MH: When someone has a pattern of SAD, it is important to get blood work that can exclude certain illnesses that can masquerade in that way. That can include thyroid illness, other hormone problems and even diabetes. However, there is no blood test for SAD.
FP: What are the most exciting developments in SAD treatment?
MH: New antidepressants are being developed that work, in part, on the melatonin system that is implicated in your daily biological clock. Most interestingly, light therapy. Thirty minutes a day in the winter can protect against SAD.
FP: How does it do that?
MH: It affects us through our eyes that go to the brain. It's the interaction of certain types of photoreceptors in our eyes linked to serotonin production. These photoreceptors aren't used for vision, they're used for regulation of the daily biological clock. By having very intense light early in the day, there's an interaction with those circuits in the brain which have an effect on all of the pathways that are important for moods.
FP: What are the names of the brain chemicals associated with SAD?
MH: Serotonin, norepinephrine and dopamine. These are linked to all types of depression, not just SAD.
FP: Is there not a way of measuring these neurotransmitters?
MH: There are tests. They aren't clinically useful at this point because it is a great range that people have. And it's not just the level in our bloodstream. It's very molecular level changes in the brain cells in a way that we don't have a way of directly measuring yet.
FP. Do you administer light therapy (light boxes that mimic outdoor light) to patients?
MH: No. Patients administer it to themselves in their own homes -- 30 minutes at the beginning of the day, typically while eating breakfast or reading the newspaper.
FP: What type of light (SAD light box) should someone use?
MH: They are available at even mainstream retailers. The size isn't important, but there are some important technical parameters. A light has to be quite bright -- 10,000 lux -- which is a quite high level of brightness. And it has to have the right spectrum.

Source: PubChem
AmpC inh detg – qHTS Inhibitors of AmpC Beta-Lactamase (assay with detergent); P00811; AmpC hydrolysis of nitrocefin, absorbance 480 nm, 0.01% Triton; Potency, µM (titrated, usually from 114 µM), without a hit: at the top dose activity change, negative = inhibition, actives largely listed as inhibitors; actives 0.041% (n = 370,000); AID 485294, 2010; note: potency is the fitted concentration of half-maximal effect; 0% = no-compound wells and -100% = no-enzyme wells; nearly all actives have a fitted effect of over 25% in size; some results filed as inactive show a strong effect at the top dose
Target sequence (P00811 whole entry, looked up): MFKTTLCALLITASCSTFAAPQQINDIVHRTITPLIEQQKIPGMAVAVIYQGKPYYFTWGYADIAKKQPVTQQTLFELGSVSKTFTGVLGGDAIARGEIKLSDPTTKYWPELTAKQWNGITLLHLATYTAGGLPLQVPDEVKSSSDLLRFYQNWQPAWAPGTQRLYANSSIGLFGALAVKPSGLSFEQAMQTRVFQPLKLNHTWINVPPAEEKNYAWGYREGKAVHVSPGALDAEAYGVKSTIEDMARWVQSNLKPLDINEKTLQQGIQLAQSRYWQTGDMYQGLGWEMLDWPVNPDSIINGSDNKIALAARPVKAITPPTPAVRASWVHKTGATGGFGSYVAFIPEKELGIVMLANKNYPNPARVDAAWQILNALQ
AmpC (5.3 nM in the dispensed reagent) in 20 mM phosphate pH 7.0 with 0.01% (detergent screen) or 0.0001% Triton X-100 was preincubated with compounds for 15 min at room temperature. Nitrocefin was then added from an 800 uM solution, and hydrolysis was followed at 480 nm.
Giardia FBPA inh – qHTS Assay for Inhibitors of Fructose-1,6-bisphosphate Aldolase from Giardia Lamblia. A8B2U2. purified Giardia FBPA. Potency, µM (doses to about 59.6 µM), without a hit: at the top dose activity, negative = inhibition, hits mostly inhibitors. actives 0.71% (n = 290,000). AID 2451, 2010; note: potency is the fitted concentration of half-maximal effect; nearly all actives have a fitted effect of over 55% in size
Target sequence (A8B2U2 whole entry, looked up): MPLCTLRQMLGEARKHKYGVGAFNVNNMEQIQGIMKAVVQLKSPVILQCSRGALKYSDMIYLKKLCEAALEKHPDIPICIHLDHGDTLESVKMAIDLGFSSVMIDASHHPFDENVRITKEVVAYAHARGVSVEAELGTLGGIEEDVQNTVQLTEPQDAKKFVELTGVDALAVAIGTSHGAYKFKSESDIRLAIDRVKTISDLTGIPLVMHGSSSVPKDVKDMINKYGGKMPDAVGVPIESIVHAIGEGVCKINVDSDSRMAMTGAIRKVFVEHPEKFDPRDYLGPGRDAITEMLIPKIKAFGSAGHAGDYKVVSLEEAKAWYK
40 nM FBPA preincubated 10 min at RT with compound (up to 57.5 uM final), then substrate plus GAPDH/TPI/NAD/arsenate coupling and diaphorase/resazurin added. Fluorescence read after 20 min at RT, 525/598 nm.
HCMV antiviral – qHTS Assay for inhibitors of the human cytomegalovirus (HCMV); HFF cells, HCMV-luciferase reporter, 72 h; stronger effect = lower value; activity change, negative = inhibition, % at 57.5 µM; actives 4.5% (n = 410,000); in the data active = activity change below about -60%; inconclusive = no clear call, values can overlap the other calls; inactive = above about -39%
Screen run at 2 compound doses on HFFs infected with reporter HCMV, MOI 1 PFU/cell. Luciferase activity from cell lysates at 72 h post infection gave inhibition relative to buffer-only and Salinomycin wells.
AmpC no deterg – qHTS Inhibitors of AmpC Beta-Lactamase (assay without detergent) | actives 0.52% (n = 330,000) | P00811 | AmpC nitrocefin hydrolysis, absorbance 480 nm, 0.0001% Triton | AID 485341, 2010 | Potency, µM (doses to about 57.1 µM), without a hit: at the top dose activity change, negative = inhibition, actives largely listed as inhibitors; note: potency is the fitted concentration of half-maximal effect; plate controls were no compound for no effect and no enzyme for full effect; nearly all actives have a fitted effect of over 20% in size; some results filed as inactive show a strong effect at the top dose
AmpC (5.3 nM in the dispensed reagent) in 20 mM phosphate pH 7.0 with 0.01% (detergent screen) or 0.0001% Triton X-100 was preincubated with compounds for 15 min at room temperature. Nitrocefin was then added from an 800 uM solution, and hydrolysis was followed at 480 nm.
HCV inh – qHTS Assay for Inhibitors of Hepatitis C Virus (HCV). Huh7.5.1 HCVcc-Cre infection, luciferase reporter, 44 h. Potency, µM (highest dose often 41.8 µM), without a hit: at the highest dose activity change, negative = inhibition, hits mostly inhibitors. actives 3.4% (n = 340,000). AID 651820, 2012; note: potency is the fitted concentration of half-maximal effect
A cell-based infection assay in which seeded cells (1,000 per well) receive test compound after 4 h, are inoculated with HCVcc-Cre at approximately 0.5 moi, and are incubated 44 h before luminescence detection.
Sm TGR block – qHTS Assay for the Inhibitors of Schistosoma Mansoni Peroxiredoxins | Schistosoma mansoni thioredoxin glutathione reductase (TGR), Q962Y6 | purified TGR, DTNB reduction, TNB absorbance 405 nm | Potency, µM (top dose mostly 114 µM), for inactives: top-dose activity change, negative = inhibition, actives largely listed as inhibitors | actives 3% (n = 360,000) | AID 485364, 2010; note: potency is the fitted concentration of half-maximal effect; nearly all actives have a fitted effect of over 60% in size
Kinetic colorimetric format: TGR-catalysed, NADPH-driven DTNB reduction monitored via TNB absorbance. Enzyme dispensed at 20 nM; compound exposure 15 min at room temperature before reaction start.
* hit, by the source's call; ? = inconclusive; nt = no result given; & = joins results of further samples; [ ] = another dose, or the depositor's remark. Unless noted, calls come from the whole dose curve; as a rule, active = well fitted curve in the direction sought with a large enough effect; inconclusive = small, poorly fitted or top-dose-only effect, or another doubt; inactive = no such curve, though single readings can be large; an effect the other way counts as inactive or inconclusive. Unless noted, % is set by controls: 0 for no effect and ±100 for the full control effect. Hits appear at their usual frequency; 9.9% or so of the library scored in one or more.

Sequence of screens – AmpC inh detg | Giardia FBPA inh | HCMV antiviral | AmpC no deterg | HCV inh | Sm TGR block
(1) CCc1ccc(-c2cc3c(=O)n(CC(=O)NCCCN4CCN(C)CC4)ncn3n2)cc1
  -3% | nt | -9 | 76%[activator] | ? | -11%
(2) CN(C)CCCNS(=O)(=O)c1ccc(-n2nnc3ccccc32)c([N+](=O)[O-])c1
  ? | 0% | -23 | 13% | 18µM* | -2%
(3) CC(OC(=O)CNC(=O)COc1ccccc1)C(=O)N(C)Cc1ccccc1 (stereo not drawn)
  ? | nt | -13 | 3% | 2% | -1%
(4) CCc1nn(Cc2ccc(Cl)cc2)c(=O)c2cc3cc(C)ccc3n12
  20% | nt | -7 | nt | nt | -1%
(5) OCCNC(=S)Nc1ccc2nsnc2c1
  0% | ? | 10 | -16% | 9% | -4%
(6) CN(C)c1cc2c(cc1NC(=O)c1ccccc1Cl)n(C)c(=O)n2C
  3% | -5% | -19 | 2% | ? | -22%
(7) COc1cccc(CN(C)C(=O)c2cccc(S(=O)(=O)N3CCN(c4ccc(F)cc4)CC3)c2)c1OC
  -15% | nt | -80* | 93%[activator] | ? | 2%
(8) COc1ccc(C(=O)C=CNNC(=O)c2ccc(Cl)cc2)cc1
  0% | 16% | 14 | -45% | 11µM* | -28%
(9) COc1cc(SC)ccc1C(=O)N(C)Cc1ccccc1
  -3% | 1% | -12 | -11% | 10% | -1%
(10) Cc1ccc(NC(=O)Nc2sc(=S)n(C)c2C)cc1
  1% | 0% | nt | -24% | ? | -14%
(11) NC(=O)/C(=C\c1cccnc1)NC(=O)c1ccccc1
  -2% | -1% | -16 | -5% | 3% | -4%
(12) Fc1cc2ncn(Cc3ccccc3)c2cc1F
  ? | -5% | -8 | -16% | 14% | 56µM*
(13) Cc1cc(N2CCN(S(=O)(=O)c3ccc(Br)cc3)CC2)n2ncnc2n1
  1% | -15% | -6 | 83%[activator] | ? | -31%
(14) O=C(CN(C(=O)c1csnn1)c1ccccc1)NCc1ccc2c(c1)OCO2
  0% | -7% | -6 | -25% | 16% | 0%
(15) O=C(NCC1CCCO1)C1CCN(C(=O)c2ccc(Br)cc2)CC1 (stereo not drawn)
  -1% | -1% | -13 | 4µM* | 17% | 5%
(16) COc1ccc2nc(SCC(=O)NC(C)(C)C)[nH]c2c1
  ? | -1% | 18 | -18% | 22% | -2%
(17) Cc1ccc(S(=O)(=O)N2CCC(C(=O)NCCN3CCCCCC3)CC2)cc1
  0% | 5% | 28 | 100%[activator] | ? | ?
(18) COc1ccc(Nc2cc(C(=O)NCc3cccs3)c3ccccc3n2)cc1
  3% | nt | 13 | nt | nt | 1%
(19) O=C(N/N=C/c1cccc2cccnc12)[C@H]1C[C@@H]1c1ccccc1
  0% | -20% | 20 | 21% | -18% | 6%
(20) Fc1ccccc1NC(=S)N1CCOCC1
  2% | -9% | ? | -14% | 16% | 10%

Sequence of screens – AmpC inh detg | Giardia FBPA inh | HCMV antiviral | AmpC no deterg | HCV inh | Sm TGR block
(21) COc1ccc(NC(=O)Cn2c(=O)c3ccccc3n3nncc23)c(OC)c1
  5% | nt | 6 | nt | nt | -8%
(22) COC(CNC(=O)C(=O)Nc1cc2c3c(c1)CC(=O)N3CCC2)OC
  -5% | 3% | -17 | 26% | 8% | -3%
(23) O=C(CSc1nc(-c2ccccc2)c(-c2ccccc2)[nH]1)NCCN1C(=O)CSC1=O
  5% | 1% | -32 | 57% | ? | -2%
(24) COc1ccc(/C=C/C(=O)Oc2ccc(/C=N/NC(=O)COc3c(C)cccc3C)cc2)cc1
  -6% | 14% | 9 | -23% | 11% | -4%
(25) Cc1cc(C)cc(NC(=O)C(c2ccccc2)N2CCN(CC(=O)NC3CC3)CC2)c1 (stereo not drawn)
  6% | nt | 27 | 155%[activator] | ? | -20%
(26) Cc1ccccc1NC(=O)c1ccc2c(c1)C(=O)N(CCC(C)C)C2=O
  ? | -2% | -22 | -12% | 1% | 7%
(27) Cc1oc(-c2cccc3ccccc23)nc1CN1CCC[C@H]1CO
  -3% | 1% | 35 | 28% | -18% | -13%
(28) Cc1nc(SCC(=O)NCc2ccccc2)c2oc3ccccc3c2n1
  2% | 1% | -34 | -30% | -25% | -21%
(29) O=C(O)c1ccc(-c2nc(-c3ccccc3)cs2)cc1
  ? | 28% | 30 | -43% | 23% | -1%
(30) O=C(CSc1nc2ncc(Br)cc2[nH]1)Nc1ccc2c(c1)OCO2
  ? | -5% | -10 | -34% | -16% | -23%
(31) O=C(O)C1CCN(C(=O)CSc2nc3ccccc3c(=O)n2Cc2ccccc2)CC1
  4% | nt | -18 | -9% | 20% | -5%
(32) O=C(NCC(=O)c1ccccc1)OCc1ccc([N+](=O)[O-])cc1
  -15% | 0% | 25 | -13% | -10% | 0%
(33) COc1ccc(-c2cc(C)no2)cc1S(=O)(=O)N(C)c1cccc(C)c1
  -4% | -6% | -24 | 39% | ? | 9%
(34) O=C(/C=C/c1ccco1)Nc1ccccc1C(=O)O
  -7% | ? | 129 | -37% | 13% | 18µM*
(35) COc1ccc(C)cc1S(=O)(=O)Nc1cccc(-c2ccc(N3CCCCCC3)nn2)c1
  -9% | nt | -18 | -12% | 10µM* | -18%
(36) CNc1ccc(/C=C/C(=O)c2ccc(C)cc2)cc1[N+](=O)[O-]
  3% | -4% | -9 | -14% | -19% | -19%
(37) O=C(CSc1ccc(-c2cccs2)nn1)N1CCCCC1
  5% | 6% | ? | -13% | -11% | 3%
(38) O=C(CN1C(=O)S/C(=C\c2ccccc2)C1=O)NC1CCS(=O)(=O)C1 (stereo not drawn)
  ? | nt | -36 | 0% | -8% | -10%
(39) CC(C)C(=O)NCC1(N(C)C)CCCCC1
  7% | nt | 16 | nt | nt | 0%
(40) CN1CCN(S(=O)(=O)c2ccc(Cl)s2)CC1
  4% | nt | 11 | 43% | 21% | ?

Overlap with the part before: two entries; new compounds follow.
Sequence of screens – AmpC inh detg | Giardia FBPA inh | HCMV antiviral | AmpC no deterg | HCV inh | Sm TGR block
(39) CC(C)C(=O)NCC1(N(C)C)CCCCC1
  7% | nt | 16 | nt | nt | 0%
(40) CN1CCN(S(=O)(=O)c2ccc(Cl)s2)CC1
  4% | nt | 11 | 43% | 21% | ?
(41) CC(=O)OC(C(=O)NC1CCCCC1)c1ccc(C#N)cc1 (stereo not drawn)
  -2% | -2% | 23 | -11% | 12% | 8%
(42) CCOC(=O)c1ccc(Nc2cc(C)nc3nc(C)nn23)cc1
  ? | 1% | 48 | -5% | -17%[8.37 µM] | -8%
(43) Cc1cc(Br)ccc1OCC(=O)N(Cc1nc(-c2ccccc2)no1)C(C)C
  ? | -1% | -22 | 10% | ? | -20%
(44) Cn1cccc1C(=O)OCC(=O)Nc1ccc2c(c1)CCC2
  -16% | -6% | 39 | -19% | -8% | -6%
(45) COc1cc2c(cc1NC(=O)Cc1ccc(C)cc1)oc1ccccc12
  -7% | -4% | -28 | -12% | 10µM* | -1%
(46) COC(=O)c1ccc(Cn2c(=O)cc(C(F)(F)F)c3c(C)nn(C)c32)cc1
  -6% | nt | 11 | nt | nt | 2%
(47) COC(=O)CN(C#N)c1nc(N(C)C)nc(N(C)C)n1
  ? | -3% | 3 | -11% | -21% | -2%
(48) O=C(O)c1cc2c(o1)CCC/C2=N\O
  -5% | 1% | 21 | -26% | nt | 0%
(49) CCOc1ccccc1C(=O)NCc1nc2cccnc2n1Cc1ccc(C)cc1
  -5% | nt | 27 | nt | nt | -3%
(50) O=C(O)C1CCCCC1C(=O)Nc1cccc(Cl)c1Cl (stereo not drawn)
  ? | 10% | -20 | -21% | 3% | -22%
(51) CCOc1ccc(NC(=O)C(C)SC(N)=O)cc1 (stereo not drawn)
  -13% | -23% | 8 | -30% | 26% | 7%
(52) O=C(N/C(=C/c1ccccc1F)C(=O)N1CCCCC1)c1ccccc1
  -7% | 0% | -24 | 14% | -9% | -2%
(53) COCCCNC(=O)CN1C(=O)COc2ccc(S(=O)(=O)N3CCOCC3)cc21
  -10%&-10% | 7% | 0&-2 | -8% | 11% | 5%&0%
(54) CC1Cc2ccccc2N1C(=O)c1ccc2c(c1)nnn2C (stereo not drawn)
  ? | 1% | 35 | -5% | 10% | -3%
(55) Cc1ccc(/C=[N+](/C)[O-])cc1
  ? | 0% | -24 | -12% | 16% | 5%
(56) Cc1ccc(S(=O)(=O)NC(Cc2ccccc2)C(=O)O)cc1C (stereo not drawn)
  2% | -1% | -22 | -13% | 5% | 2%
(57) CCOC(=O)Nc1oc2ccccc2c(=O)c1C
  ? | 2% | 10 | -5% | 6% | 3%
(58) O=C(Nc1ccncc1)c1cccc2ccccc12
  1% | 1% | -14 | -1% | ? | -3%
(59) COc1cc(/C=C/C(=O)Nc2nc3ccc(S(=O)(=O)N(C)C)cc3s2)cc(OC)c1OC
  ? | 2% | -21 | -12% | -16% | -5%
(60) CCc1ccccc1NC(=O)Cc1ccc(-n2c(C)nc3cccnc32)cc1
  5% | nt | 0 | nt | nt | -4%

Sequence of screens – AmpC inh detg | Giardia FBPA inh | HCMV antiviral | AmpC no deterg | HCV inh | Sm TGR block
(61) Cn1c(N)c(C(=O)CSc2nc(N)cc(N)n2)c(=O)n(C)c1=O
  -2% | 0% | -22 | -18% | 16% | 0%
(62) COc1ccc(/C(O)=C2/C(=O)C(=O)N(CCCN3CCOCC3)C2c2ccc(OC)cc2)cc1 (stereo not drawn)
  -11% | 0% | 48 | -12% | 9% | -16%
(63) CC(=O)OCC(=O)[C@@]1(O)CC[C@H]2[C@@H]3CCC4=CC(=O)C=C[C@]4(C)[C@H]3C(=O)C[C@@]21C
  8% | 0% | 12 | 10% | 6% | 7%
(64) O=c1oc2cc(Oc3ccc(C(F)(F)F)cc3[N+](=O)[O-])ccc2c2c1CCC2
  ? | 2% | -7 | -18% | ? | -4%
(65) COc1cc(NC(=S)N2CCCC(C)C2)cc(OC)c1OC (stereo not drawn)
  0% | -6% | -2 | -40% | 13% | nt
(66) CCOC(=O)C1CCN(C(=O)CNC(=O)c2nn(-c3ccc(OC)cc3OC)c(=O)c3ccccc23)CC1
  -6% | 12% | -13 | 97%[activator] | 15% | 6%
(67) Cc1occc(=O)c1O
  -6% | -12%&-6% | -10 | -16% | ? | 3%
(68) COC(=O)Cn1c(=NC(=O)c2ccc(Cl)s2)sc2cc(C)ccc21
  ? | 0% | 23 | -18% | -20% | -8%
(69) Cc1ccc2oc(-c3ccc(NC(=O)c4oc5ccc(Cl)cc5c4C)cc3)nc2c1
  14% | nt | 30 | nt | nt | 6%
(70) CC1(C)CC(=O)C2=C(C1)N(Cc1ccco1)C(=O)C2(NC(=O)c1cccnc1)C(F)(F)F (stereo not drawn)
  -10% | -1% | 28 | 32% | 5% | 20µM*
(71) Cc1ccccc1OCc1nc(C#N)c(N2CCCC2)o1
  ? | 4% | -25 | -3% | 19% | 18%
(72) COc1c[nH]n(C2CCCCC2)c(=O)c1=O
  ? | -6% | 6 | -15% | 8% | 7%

FP: Can tanning beds treat SAD?
MH: Tanning beds aren't effective for this type of treatment. It's very important to have your eyes covered in tanning beds, so they won't work at all. The UV spectrum is very dangerous to the eyes.
FP: It's all about the eyes in this therapy. Correct?
MH: We have every reason to think that the way the light affects depression is through the eyes and through those brain circuits which are connected to the eyes.
FP: Is SAD generally recognized in the medical community?
MH: Yes. Unfortunately, the majority of people with SAD have not been identified by their doctors, probably because patients aren't educated about (the condition) and don't know to ask for help.
FP: Is it frustrating to deal with skeptics?
MH: It can be difficult. People are getting a lot of messages from society that the problem they are having is a choice. It's obvious to any patient in that condition that if there was a choice not to be depressed, they would easily make that choice.
FP: Do you prefer to treat SAD with light therapy rather than antidepressants?
MH: Not necessarily. I like to minimize medication as much as I can, but I don't look at it as a failure when someone is well controlled on medication and without side effects.